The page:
Report this review (#218308) | Posted by toroddfuglesteg | Tuesday, May 26, 2009 | Review Permanlink

3 stars This is a Yes clone. No doubt about it. There is no originality here at all. The musicians are competent and the songs sound OK, but I am sorry, Yes does it MUCH better. Many other reviews for this album mention Starcastle so I will throw in my 2 cents on that as well. Starcastle is definite ... (read more)

Report this review (#171250) | Posted by digdug | Saturday, May 17, 2008 | Review Permanlink

2 stars Warning- if you love this band, please don't read this review; I have no inclination to offend anyone. I'm sorry, but I have to submit a review, if only to lower the overall rating. Yes, this band brandishes some respectable musicianship; Yes, this band demonstrates admirable compositional ... (read more)

Report this review (#88429) | Posted by progdemon | Tuesday, August 29, 2006 | Review Permanlink

4 stars This is an album that divides the symphonic prog lovers into two groups. One group of people will consider this a pointless album, too similar to YES and not original, and therefore dismiss it. The other group of people will agree on the matter of originality and YES similarities, but they don't ... (read more)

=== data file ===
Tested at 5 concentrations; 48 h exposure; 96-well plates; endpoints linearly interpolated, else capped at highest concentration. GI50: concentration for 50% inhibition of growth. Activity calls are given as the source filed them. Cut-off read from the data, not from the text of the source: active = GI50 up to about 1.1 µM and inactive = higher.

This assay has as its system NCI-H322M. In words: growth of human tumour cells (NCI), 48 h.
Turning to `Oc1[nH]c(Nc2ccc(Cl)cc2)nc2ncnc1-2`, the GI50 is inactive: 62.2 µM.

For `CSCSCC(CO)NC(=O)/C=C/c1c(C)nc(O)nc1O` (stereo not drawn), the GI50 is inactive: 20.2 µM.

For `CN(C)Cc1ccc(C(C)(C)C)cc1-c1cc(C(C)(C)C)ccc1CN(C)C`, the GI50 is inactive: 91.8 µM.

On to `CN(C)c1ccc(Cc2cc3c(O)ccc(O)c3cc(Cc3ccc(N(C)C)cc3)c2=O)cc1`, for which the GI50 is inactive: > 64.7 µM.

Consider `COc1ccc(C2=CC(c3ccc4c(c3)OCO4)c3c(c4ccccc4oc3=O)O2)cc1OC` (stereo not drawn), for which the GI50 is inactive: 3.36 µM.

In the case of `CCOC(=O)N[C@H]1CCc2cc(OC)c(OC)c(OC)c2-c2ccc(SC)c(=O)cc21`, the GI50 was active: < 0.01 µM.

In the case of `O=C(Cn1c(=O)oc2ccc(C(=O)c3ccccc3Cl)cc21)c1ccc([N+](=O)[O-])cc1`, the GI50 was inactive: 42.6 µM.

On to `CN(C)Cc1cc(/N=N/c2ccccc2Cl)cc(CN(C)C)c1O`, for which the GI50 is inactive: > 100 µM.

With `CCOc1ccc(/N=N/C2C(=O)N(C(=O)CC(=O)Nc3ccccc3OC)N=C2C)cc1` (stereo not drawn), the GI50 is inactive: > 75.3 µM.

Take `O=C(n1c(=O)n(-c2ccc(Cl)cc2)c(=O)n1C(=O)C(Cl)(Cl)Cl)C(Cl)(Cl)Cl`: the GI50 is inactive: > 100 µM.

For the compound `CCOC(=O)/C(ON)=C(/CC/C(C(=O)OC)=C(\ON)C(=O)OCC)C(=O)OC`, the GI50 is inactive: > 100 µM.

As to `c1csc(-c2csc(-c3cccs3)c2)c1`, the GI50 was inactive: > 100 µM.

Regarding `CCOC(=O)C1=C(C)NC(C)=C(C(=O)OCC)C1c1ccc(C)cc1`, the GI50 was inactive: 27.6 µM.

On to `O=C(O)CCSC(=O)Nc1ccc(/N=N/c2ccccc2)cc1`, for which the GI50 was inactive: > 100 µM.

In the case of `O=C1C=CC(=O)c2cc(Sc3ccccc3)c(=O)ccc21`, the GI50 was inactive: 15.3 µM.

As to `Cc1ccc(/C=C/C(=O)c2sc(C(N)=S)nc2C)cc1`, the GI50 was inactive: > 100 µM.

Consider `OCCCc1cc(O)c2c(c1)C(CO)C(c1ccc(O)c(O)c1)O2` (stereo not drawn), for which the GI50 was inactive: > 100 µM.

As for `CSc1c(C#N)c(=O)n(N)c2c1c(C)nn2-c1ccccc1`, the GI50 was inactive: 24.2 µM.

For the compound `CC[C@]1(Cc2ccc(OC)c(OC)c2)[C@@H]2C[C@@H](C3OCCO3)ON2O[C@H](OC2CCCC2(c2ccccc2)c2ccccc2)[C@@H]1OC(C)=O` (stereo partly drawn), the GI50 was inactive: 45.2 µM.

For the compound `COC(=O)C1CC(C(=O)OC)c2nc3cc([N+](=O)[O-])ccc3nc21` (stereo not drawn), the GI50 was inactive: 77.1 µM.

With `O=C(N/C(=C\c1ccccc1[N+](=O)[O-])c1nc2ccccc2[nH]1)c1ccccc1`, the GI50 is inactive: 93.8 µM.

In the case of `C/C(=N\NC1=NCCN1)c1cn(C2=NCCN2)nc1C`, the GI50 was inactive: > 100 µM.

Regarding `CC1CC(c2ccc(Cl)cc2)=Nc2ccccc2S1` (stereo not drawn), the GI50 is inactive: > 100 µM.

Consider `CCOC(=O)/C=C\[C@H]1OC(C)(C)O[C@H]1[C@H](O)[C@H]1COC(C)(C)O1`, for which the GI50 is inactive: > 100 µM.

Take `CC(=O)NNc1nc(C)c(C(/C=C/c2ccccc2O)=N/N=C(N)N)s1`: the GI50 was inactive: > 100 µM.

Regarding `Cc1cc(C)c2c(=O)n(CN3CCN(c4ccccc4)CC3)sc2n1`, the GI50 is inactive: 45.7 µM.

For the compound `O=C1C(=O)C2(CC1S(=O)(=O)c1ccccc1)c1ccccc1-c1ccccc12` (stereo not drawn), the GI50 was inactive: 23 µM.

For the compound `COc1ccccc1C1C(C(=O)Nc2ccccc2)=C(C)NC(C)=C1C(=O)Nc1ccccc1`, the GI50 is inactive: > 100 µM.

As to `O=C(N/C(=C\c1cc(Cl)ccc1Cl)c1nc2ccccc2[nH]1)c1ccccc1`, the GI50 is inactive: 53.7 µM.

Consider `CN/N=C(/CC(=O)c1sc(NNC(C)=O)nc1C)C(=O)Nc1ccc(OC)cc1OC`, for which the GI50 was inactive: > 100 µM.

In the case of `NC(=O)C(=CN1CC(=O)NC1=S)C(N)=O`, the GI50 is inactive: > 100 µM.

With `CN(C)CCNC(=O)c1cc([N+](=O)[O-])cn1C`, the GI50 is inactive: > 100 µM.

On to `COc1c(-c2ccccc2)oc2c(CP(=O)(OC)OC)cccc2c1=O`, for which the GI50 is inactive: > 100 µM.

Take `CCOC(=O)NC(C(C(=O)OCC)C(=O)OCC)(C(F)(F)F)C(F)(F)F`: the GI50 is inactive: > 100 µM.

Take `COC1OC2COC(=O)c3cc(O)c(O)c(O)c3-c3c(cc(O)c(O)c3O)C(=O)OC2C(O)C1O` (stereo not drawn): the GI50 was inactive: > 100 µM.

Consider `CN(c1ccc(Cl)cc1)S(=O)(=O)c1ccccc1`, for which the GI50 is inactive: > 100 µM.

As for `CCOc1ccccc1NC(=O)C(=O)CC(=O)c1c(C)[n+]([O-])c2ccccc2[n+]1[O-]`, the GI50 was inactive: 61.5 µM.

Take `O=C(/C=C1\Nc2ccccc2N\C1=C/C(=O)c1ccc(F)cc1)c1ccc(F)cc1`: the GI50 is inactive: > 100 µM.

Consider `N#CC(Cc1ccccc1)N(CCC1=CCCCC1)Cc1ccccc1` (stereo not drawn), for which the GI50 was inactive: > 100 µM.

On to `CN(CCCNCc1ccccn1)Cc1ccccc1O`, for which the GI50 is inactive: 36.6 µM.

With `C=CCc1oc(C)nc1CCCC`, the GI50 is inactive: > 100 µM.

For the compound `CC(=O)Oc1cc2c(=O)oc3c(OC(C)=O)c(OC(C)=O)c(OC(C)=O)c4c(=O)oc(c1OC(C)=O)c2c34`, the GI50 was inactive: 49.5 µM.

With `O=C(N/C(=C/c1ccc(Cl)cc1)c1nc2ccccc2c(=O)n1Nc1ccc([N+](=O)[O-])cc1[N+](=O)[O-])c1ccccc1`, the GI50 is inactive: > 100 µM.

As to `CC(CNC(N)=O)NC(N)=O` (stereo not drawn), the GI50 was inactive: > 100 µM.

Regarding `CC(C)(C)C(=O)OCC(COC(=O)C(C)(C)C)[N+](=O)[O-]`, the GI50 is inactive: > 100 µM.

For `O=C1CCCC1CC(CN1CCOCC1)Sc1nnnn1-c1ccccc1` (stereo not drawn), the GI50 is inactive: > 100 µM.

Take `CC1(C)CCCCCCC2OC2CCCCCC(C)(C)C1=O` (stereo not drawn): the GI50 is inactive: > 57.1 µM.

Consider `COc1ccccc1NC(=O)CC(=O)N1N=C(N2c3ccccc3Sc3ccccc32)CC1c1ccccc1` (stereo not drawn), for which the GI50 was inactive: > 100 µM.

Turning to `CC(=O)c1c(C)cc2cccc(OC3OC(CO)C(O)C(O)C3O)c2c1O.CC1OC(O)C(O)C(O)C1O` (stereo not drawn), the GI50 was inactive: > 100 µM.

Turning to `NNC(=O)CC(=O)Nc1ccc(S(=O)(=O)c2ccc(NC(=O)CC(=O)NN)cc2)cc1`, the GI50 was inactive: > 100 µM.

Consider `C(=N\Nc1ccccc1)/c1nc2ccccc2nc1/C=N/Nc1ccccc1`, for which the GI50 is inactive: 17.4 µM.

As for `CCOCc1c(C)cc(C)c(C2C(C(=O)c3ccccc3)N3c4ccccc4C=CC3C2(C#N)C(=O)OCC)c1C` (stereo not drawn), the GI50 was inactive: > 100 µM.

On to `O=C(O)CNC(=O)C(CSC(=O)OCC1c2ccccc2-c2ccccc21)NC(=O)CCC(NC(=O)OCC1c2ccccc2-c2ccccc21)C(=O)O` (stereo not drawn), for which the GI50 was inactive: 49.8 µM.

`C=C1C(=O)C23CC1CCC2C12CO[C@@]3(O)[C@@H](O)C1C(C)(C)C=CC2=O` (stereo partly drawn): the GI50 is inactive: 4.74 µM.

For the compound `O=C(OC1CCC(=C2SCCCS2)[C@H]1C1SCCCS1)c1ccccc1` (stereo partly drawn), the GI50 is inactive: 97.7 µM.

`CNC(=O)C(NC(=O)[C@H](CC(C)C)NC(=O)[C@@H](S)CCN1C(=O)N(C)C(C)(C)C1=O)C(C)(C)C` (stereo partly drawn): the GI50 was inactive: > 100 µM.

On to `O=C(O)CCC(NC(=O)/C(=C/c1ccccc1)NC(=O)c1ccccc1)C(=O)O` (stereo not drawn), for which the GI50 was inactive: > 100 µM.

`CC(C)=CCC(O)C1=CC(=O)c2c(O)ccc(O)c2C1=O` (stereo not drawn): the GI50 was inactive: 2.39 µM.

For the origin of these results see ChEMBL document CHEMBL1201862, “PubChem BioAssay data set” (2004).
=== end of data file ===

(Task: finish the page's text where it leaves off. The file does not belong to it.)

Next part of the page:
Report this review (#88319) | Posted by BackToBruijn | Monday, August 28, 2006 | Review Permanlink

3 stars Druid have often been accused of being Yes-clones - understandable in many ways, and indeed they were an opening act at a number of Yes concerts, so Jon Anderson obviously didn't feel too threatened... They won a competition by Melody Maker for the best unsigned band, the prize including n ... (read more)